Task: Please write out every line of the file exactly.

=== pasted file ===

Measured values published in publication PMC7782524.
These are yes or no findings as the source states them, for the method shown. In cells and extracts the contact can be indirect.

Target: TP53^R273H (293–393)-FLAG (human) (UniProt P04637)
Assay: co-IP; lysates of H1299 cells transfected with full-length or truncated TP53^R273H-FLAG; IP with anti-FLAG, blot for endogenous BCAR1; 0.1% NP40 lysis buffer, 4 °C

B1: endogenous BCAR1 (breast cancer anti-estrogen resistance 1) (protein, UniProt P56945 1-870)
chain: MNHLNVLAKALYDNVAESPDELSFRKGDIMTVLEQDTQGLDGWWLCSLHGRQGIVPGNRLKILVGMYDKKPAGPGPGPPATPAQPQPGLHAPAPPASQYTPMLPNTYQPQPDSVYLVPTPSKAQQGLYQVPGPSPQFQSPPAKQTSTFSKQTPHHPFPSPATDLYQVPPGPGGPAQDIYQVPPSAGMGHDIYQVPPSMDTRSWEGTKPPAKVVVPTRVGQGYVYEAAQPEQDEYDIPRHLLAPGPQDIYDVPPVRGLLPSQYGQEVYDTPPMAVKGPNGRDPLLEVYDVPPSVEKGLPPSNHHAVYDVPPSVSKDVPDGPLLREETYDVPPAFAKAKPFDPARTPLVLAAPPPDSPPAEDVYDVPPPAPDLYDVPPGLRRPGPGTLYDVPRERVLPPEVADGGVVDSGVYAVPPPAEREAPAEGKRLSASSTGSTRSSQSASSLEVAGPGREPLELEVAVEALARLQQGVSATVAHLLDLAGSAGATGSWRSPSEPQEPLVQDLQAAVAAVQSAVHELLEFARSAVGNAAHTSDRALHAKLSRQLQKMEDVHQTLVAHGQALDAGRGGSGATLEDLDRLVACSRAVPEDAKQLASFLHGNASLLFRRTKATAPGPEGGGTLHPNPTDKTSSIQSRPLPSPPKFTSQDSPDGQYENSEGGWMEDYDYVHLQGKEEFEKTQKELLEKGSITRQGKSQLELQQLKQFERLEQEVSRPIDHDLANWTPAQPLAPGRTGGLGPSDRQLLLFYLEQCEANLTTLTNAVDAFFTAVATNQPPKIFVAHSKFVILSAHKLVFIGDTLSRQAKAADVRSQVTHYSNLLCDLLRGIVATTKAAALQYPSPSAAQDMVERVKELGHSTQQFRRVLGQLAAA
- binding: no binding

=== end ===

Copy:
Measured values published in publication PMC7782524.
These are yes or no findings as the source states them, for the method shown. In cells and extracts the contact can be indirect.

Target: TP53^R273H (293–393)-FLAG (human) (UniProt P04637)
Assay: co-IP; lysates of H1299 cells transfected with full-length or truncated TP53^R273H-FLAG; IP with anti-FLAG, blot for endogenous BCAR1; 0.1% NP40 lysis buffer, 4 °C

B1: endogenous BCAR1 (breast cancer anti-estrogen resistance 1) (protein, UniProt P56945 1-870)
chain: MNHLNVLAKALYDNVAESPDELSFRKGDIMTVLEQDTQGLDGWWLCSLHGRQGIVPGNRLKILVGMYDKKPAGPGPGPPATPAQPQPGLHAPAPPASQYTPMLPNTYQPQPDSVYLVPTPSKAQQGLYQVPGPSPQFQSPPAKQTSTFSKQTPHHPFPSPATDLYQVPPGPGGPAQDIYQVPPSAGMGHDIYQVPPSMDTRSWEGTKPPAKVVVPTRVGQGYVYEAAQPEQDEYDIPRHLLAPGPQDIYDVPPVRGLLPSQYGQEVYDTPPMAVKGPNGRDPLLEVYDVPPSVEKGLPPSNHHAVYDVPPSVSKDVPDGPLLREETYDVPPAFAKAKPFDPARTPLVLAAPPPDSPPAEDVYDVPPPAPDLYDVPPGLRRPGPGTLYDVPRERVLPPEVADGGVVDSGVYAVPPPAEREAPAEGKRLSASSTGSTRSSQSASSLEVAGPGREPLELEVAVEALARLQQGVSATVAHLLDLAGSAGATGSWRSPSEPQEPLVQDLQAAVAAVQSAVHELLEFARSAVGNAAHTSDRALHAKLSRQLQKMEDVHQTLVAHGQALDAGRGGSGATLEDLDRLVACSRAVPEDAKQLASFLHGNASLLFRRTKATAPGPEGGGTLHPNPTDKTSSIQSRPLPSPPKFTSQDSPDGQYENSEGGWMEDYDYVHLQGKEEFEKTQKELLEKGSITRQGKSQLELQQLKQFERLEQEVSRPIDHDLANWTPAQPLAPGRTGGLGPSDRQLLLFYLEQCEANLTTLTNAVDAFFTAVATNQPPKIFVAHSKFVILSAHKLVFIGDTLSRQAKAADVRSQVTHYSNLLCDLLRGIVATTKAAALQYPSPSAAQDMVERVKELGHSTQQFRRVLGQLAAA
- binding: no binding